The NIH adds $4.5 million to UCLA's existing HIV microbicide research grant

The National Institutes of Health (NIH) has awarded Dr. Peter Anton, professor of medicine at the David Geffen School of Medicine at UCLA, a $4.5-million supplemental grant to expand the Center for HIV Prevention and Research's ongoing efforts to develop microbicides to combat the transmission of HIV.

The new grant is in three annual increments of $1.5 million each beginning Oct. 1 and will support collaborative work with Johns Hopkins University, University of Pittsburgh and CONRAD, a cooperating agency of USAID focused on expanding contraceptive choices and preventing the transmission of HIV/AIDS and other sexually transmitted diseases. The grant supplements a five-year $12.7-million award for microbicide research Anton received in 2004 from the National Institute of Allergy and Infectious Diseases (NIAID), an arm of the NIH, supporting a collaborative effort between academia, industry and the government to develop and bring novel microbicidal drugs to early human safety testing.

In the absence of an HIV vaccine, microbicides are the most promising weapon against the transmission of AIDS. The development of products that are easy to use and readily available is critically relevant to reducing and eliminating the transmission of HIV among at-risk populations around the world.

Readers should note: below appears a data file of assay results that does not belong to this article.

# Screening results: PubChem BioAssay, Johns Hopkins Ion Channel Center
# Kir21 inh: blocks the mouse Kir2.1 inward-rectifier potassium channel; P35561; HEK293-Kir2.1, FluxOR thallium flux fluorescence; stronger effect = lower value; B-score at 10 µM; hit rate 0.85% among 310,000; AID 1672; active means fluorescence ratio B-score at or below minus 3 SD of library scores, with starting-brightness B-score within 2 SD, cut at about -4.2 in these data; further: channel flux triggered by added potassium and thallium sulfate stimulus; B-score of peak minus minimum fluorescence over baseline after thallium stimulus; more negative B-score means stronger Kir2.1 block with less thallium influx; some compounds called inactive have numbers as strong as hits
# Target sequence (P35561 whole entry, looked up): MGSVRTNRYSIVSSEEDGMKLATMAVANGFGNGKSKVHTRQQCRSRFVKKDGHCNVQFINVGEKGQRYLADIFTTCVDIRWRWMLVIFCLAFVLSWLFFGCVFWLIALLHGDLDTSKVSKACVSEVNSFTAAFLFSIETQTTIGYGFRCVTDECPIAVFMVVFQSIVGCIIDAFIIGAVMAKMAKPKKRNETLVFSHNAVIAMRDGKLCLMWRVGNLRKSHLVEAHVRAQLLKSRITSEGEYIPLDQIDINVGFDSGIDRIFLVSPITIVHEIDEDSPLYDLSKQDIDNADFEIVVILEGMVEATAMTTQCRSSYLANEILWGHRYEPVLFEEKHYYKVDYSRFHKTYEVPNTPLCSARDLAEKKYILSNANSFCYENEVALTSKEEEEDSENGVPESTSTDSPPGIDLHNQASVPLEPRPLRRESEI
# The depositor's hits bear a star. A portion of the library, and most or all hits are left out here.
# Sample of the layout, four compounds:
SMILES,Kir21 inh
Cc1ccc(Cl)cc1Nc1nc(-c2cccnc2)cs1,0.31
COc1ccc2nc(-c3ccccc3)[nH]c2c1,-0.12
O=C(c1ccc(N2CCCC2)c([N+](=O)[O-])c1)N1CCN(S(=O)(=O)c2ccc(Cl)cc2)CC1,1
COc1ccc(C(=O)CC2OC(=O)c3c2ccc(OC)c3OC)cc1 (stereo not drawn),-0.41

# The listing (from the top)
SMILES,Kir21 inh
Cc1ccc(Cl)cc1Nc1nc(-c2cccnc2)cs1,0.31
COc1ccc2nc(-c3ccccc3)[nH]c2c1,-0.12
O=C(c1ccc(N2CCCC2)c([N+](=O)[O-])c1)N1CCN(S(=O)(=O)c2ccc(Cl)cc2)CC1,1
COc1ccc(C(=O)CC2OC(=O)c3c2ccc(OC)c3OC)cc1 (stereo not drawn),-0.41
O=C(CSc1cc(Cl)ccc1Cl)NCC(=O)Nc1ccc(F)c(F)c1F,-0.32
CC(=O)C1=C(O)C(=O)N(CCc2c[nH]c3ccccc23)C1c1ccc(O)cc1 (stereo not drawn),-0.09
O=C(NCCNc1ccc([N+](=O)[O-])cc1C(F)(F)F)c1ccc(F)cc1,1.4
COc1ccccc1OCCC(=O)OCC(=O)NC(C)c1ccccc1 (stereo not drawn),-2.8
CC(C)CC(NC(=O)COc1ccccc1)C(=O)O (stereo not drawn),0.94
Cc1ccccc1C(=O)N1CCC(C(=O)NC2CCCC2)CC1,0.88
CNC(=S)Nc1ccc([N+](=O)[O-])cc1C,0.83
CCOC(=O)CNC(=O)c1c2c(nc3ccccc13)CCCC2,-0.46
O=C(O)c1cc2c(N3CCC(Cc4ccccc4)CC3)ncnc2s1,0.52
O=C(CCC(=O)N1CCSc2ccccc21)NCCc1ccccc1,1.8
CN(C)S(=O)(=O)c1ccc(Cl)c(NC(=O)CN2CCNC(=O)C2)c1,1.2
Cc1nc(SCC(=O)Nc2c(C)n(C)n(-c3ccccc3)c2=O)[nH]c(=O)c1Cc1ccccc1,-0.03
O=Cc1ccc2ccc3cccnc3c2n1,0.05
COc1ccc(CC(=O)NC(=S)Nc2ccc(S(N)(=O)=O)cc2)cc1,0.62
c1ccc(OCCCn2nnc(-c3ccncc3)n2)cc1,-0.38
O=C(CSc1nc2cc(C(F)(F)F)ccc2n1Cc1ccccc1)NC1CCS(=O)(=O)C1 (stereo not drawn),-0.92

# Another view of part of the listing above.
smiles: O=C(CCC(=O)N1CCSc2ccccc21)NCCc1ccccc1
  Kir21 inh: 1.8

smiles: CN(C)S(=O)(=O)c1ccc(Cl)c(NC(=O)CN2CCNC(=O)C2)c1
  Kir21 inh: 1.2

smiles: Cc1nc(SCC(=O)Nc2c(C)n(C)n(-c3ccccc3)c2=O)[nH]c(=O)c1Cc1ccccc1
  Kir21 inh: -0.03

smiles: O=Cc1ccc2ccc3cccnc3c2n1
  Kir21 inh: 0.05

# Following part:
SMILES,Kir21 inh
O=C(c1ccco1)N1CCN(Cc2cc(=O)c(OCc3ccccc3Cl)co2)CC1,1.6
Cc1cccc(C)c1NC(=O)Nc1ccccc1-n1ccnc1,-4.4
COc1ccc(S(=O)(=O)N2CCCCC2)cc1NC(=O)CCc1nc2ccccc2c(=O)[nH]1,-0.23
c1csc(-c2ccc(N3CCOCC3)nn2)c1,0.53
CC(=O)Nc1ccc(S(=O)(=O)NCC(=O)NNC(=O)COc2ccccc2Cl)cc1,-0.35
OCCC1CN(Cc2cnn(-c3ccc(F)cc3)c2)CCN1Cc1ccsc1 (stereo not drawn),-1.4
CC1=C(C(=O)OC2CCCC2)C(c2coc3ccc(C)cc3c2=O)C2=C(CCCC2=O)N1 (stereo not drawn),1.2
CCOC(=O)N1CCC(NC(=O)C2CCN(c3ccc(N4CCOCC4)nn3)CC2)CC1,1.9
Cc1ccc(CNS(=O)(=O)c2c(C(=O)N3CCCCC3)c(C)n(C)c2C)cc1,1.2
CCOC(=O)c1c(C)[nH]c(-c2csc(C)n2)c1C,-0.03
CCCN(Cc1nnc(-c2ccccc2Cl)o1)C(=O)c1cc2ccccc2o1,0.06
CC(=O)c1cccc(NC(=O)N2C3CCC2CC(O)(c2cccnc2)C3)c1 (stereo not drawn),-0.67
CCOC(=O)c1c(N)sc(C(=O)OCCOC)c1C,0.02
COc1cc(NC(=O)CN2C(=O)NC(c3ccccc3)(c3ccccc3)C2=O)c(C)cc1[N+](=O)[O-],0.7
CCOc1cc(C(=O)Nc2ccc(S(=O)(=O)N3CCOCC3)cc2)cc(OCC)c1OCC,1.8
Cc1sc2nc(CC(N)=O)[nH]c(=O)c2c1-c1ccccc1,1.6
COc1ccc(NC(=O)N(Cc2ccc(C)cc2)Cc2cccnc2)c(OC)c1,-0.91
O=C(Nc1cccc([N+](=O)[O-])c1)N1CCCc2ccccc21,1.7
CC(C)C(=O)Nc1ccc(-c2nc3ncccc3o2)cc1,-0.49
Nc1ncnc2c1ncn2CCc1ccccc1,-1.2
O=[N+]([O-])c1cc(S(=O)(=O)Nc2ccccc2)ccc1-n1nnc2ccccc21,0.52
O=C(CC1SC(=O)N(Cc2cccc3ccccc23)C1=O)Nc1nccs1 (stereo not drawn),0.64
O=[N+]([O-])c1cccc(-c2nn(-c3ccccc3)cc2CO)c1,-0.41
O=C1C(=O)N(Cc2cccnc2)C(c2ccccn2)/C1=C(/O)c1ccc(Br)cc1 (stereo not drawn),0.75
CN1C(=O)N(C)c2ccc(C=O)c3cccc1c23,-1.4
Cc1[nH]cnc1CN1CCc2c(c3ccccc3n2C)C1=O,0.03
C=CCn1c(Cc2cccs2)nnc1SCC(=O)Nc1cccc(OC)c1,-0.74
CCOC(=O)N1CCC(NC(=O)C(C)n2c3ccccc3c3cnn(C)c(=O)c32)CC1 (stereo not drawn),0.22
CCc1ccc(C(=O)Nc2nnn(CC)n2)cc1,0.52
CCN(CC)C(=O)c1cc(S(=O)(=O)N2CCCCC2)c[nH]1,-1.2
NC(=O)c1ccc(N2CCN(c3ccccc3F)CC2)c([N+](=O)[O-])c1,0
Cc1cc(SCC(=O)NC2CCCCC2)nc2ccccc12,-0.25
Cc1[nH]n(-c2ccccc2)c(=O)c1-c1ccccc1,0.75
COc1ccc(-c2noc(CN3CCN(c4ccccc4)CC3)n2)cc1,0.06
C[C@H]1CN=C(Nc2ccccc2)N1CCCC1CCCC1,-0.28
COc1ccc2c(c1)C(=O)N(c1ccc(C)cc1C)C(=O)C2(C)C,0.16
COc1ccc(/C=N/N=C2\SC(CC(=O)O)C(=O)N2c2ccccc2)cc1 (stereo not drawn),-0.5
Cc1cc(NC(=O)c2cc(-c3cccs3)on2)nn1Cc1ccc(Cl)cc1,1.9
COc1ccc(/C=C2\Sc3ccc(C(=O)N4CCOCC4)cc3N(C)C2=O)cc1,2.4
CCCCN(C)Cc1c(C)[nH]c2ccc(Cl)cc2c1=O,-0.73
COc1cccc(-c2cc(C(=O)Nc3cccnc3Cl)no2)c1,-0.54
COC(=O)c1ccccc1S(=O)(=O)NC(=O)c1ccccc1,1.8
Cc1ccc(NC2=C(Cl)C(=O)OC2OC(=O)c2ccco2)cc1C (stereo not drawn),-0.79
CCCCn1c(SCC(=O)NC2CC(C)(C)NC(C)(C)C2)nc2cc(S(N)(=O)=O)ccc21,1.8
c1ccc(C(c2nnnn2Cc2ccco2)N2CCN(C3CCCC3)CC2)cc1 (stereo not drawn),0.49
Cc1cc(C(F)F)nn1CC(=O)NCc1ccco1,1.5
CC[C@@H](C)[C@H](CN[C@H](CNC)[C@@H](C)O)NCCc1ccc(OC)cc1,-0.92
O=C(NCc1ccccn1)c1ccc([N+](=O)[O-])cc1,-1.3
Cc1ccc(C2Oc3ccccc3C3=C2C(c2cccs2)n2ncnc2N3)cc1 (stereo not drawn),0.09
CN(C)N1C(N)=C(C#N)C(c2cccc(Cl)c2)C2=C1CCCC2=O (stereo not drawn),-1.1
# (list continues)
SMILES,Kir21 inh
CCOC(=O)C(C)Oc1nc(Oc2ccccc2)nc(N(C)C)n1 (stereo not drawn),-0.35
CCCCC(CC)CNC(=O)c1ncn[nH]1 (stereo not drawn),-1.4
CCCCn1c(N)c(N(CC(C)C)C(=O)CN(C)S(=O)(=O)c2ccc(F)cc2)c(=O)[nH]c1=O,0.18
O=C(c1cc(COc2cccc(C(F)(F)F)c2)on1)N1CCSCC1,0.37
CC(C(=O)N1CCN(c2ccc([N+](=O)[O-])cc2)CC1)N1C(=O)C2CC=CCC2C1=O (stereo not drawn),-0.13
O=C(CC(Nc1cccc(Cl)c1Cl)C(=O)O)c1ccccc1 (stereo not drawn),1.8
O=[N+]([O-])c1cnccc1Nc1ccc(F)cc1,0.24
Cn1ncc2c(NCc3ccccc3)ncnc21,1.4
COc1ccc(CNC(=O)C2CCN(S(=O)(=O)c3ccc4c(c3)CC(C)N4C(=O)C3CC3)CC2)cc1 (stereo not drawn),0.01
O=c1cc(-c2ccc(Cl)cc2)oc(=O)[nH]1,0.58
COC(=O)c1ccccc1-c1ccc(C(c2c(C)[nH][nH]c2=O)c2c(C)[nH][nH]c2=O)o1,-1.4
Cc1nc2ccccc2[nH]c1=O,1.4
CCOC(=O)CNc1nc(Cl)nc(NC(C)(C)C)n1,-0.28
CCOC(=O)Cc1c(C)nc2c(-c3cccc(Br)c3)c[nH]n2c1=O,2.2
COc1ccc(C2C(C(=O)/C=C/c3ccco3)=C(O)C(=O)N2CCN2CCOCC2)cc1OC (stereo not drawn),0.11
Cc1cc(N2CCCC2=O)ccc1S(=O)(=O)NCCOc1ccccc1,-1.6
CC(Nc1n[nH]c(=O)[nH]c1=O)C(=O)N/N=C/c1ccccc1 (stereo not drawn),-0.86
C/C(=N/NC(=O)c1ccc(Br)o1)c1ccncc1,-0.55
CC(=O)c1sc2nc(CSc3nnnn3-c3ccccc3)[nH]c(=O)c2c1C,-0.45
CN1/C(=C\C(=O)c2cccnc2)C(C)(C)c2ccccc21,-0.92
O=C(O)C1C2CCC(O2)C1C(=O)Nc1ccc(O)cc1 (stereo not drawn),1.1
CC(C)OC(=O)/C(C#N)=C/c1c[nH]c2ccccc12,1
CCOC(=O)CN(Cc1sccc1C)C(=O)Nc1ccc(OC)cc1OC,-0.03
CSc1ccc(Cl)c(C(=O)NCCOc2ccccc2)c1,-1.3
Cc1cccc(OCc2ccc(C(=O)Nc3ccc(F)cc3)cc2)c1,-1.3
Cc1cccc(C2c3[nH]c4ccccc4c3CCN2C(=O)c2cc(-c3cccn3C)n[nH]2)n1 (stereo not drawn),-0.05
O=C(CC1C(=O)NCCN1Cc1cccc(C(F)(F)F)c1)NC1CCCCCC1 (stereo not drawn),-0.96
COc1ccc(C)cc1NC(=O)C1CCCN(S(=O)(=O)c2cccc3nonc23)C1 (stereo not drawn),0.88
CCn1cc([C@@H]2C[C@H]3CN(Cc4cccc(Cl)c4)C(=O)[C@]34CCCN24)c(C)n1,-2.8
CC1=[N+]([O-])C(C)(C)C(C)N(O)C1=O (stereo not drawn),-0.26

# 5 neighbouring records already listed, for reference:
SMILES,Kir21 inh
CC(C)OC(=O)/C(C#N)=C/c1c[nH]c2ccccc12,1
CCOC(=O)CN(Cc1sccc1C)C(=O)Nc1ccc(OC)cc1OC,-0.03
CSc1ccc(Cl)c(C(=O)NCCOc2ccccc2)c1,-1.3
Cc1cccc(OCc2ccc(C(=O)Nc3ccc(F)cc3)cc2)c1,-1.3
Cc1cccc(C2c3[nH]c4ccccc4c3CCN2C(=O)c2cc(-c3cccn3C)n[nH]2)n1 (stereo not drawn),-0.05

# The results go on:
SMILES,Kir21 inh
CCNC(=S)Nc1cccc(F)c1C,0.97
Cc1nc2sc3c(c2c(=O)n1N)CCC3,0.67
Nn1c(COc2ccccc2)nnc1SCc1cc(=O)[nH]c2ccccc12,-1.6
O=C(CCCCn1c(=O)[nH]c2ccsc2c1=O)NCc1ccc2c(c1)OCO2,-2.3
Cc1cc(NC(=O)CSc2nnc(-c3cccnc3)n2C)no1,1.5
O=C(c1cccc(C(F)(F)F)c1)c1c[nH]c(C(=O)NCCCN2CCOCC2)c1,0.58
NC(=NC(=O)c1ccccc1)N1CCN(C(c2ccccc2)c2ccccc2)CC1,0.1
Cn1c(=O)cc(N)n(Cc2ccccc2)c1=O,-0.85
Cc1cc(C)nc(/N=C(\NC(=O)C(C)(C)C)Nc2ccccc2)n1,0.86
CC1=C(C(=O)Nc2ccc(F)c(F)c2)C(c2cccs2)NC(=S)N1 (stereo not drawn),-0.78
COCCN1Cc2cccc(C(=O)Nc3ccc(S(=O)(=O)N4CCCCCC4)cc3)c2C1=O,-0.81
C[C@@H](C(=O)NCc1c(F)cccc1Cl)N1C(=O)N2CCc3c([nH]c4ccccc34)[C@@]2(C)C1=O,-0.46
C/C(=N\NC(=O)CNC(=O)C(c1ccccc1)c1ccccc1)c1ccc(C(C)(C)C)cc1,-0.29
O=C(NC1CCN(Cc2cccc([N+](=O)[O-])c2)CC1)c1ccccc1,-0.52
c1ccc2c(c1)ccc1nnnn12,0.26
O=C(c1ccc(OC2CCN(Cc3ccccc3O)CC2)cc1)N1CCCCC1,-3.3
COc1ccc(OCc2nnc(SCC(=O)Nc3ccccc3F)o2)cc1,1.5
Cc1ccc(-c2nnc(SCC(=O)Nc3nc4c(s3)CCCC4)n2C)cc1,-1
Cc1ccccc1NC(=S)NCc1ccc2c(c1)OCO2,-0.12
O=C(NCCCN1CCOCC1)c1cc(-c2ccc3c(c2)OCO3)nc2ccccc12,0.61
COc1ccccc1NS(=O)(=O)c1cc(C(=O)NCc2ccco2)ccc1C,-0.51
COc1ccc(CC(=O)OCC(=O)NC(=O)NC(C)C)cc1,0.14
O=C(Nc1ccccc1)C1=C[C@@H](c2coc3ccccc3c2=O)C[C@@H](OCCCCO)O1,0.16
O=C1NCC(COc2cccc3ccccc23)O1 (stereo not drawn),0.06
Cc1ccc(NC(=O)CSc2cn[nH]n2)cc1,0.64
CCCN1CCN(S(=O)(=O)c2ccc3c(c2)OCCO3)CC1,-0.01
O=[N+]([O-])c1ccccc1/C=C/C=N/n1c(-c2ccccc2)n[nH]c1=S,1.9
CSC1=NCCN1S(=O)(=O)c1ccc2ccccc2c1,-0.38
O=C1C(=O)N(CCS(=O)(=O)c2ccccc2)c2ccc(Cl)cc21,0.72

The original grant gathered an international team of researchers from eight institutions to work on understanding the effect of vaginal microbicides (currently in Phase 3 trials) on rectal mucosal tissue with the aim of developing a rectal-specific microbicide within five years." The supplemental grant will enable focused formulation efforts and trials to develop a rectal specific microbicide.

"This is effectively a continuation of the previous grant," Anton said. "This collaborative group combines pretty much the only ones worldwide doing this kind of formulation and development. We all hope these products will be available soon, likely before a vaccine, to help reduce the spread of HIV."


Established in 1992, the UCLA AIDS Institute is a multidisciplinary program drawing on the skills of top-flight researchers in the worldwide fight against the human immunodeficiency virus (HIV) and acquired immune deficiency syndrome (AIDS), the first cases of which were reported in 1981 by UCLA physicians. Institute members include researchers in virology and immunology, genetics, cancer, neurology, ophthalmology, epidemiology, social science, public health, nursing and disease prevention. Their findings have led to advances in treating HIV as well as other diseases such as hepatitis B and C, influenza and cancer.

Last reviewed: By John M. Grohol, Psy.D. on 30 Apr 2016
    Published on All rights reserved.